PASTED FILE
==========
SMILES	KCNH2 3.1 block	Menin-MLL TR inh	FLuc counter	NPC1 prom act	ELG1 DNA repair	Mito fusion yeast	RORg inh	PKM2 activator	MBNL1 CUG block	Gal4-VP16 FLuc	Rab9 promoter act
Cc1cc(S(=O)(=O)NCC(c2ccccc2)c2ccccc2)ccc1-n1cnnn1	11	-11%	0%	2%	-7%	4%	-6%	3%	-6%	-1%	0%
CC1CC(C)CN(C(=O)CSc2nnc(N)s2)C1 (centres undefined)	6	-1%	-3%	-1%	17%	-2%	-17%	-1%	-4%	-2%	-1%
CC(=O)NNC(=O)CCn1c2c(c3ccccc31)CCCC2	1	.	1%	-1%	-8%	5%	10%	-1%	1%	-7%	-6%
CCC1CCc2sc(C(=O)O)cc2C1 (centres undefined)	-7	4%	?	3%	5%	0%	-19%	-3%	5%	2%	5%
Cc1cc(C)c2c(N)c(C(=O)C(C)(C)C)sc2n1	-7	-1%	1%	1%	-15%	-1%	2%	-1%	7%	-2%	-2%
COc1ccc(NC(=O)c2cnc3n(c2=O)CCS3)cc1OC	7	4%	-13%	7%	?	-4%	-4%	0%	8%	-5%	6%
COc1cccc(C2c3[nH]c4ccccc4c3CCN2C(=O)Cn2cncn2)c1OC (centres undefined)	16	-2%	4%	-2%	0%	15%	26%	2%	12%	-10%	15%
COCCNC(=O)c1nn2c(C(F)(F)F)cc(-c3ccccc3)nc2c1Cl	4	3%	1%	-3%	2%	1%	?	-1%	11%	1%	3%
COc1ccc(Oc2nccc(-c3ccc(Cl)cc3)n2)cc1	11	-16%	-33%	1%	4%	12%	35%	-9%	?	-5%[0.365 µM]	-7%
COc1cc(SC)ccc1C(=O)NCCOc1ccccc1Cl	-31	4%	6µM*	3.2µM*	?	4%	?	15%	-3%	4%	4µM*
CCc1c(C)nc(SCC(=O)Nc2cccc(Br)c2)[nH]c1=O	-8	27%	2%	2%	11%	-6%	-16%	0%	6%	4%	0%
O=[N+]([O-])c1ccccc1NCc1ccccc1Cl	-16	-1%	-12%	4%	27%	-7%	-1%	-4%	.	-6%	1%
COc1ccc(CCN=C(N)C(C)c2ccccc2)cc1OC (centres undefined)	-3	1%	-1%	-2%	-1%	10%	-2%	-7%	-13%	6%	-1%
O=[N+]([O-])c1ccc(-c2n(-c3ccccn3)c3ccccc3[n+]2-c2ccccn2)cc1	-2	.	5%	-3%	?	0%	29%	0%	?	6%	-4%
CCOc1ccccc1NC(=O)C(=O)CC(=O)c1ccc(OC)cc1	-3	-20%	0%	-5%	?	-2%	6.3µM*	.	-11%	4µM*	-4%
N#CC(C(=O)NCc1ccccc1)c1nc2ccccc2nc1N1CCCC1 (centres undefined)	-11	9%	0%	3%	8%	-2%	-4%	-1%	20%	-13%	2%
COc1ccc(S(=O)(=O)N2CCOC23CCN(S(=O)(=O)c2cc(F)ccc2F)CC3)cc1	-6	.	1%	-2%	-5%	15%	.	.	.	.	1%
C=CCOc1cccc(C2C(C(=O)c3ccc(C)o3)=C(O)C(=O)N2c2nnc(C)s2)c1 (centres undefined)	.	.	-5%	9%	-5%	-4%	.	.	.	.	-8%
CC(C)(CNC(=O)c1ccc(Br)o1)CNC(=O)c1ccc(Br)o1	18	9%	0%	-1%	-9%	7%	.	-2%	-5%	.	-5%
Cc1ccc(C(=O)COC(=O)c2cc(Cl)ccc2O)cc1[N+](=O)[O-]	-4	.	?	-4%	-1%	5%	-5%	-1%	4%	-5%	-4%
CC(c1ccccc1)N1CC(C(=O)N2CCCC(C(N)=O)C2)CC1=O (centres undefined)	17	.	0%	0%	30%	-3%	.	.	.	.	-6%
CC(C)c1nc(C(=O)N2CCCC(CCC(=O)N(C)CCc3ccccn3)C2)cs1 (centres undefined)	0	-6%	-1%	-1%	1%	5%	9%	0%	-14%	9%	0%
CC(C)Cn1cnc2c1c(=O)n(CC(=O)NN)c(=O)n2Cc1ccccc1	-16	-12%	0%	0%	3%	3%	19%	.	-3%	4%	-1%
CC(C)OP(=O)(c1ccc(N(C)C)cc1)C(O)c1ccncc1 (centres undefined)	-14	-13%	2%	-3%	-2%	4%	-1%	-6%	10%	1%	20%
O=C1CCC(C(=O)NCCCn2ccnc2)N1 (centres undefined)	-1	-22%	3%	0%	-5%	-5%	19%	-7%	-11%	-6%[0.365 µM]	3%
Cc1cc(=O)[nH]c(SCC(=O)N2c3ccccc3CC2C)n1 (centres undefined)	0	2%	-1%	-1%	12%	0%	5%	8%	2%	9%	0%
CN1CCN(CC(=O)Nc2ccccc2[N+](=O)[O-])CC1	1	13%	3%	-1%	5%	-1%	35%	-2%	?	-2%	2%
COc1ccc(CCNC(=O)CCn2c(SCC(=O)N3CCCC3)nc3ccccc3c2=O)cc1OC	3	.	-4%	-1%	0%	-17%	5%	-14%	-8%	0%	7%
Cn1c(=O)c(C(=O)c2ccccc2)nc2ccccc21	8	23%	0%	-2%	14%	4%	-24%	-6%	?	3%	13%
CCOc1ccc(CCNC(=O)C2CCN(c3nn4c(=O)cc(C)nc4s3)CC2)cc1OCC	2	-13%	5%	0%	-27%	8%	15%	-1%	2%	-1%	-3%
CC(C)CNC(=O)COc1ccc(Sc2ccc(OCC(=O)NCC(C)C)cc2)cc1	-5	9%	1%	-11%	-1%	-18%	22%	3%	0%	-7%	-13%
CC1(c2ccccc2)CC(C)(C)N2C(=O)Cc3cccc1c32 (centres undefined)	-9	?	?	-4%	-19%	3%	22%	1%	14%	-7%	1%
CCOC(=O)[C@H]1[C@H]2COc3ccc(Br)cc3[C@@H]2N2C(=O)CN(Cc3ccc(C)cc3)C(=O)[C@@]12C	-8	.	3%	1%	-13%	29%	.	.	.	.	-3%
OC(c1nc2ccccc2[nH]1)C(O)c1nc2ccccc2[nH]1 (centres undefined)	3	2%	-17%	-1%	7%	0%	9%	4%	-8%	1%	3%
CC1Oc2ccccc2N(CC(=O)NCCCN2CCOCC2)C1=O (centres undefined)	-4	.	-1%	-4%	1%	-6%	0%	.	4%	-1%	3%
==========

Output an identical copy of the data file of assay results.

SMILES	KCNH2 3.1 block	Menin-MLL TR inh	FLuc counter	NPC1 prom act	ELG1 DNA repair	Mito fusion yeast	RORg inh	PKM2 activator	MBNL1 CUG block	Gal4-VP16 FLuc	Rab9 promoter act
Cc1cc(S(=O)(=O)NCC(c2ccccc2)c2ccccc2)ccc1-n1cnnn1	11	-11%	0%	2%	-7%	4%	-6%	3%	-6%	-1%	0%
CC1CC(C)CN(C(=O)CSc2nnc(N)s2)C1 (centres undefined)	6	-1%	-3%	-1%	17%	-2%	-17%	-1%	-4%	-2%	-1%
CC(=O)NNC(=O)CCn1c2c(c3ccccc31)CCCC2	1	.	1%	-1%	-8%	5%	10%	-1%	1%	-7%	-6%
CCC1CCc2sc(C(=O)O)cc2C1 (centres undefined)	-7	4%	?	3%	5%	0%	-19%	-3%	5%	2%	5%
Cc1cc(C)c2c(N)c(C(=O)C(C)(C)C)sc2n1	-7	-1%	1%	1%	-15%	-1%	2%	-1%	7%	-2%	-2%
COc1ccc(NC(=O)c2cnc3n(c2=O)CCS3)cc1OC	7	4%	-13%	7%	?	-4%	-4%	0%	8%	-5%	6%
COc1cccc(C2c3[nH]c4ccccc4c3CCN2C(=O)Cn2cncn2)c1OC (centres undefined)	16	-2%	4%	-2%	0%	15%	26%	2%	12%	-10%	15%
COCCNC(=O)c1nn2c(C(F)(F)F)cc(-c3ccccc3)nc2c1Cl	4	3%	1%	-3%	2%	1%	?	-1%	11%	1%	3%
COc1ccc(Oc2nccc(-c3ccc(Cl)cc3)n2)cc1	11	-16%	-33%	1%	4%	12%	35%	-9%	?	-5%[0.365 µM]	-7%
COc1cc(SC)ccc1C(=O)NCCOc1ccccc1Cl	-31	4%	6µM*	3.2µM*	?	4%	?	15%	-3%	4%	4µM*
CCc1c(C)nc(SCC(=O)Nc2cccc(Br)c2)[nH]c1=O	-8	27%	2%	2%	11%	-6%	-16%	0%	6%	4%	0%
O=[N+]([O-])c1ccccc1NCc1ccccc1Cl	-16	-1%	-12%	4%	27%	-7%	-1%	-4%	.	-6%	1%
COc1ccc(CCN=C(N)C(C)c2ccccc2)cc1OC (centres undefined)	-3	1%	-1%	-2%	-1%	10%	-2%	-7%	-13%	6%	-1%
O=[N+]([O-])c1ccc(-c2n(-c3ccccn3)c3ccccc3[n+]2-c2ccccn2)cc1	-2	.	5%	-3%	?	0%	29%	0%	?	6%	-4%
CCOc1ccccc1NC(=O)C(=O)CC(=O)c1ccc(OC)cc1	-3	-20%	0%	-5%	?	-2%	6.3µM*	.	-11%	4µM*	-4%
N#CC(C(=O)NCc1ccccc1)c1nc2ccccc2nc1N1CCCC1 (centres undefined)	-11	9%	0%	3%	8%	-2%	-4%	-1%	20%	-13%	2%
COc1ccc(S(=O)(=O)N2CCOC23CCN(S(=O)(=O)c2cc(F)ccc2F)CC3)cc1	-6	.	1%	-2%	-5%	15%	.	.	.	.	1%
C=CCOc1cccc(C2C(C(=O)c3ccc(C)o3)=C(O)C(=O)N2c2nnc(C)s2)c1 (centres undefined)	.	.	-5%	9%	-5%	-4%	.	.	.	.	-8%
CC(C)(CNC(=O)c1ccc(Br)o1)CNC(=O)c1ccc(Br)o1	18	9%	0%	-1%	-9%	7%	.	-2%	-5%	.	-5%
Cc1ccc(C(=O)COC(=O)c2cc(Cl)ccc2O)cc1[N+](=O)[O-]	-4	.	?	-4%	-1%	5%	-5%	-1%	4%	-5%	-4%
CC(c1ccccc1)N1CC(C(=O)N2CCCC(C(N)=O)C2)CC1=O (centres undefined)	17	.	0%	0%	30%	-3%	.	.	.	.	-6%
CC(C)c1nc(C(=O)N2CCCC(CCC(=O)N(C)CCc3ccccn3)C2)cs1 (centres undefined)	0	-6%	-1%	-1%	1%	5%	9%	0%	-14%	9%	0%
CC(C)Cn1cnc2c1c(=O)n(CC(=O)NN)c(=O)n2Cc1ccccc1	-16	-12%	0%	0%	3%	3%	19%	.	-3%	4%	-1%
CC(C)OP(=O)(c1ccc(N(C)C)cc1)C(O)c1ccncc1 (centres undefined)	-14	-13%	2%	-3%	-2%	4%	-1%	-6%	10%	1%	20%
O=C1CCC(C(=O)NCCCn2ccnc2)N1 (centres undefined)	-1	-22%	3%	0%	-5%	-5%	19%	-7%	-11%	-6%[0.365 µM]	3%
Cc1cc(=O)[nH]c(SCC(=O)N2c3ccccc3CC2C)n1 (centres undefined)	0	2%	-1%	-1%	12%	0%	5%	8%	2%	9%	0%
CN1CCN(CC(=O)Nc2ccccc2[N+](=O)[O-])CC1	1	13%	3%	-1%	5%	-1%	35%	-2%	?	-2%	2%
COc1ccc(CCNC(=O)CCn2c(SCC(=O)N3CCCC3)nc3ccccc3c2=O)cc1OC	3	.	-4%	-1%	0%	-17%	5%	-14%	-8%	0%	7%
Cn1c(=O)c(C(=O)c2ccccc2)nc2ccccc21	8	23%	0%	-2%	14%	4%	-24%	-6%	?	3%	13%
CCOc1ccc(CCNC(=O)C2CCN(c3nn4c(=O)cc(C)nc4s3)CC2)cc1OCC	2	-13%	5%	0%	-27%	8%	15%	-1%	2%	-1%	-3%
CC(C)CNC(=O)COc1ccc(Sc2ccc(OCC(=O)NCC(C)C)cc2)cc1	-5	9%	1%	-11%	-1%	-18%	22%	3%	0%	-7%	-13%
CC1(c2ccccc2)CC(C)(C)N2C(=O)Cc3cccc1c32 (centres undefined)	-9	?	?	-4%	-19%	3%	22%	1%	14%	-7%	1%
CCOC(=O)[C@H]1[C@H]2COc3ccc(Br)cc3[C@@H]2N2C(=O)CN(Cc3ccc(C)cc3)C(=O)[C@@]12C	-8	.	3%	1%	-13%	29%	.	.	.	.	-3%
OC(c1nc2ccccc2[nH]1)C(O)c1nc2ccccc2[nH]1 (centres undefined)	3	2%	-17%	-1%	7%	0%	9%	4%	-8%	1%	3%
CC1Oc2ccccc2N(CC(=O)NCCCN2CCOCC2)C1=O (centres undefined)	-4	.	-1%	-4%	1%	-6%	0%	.	4%	-1%	3%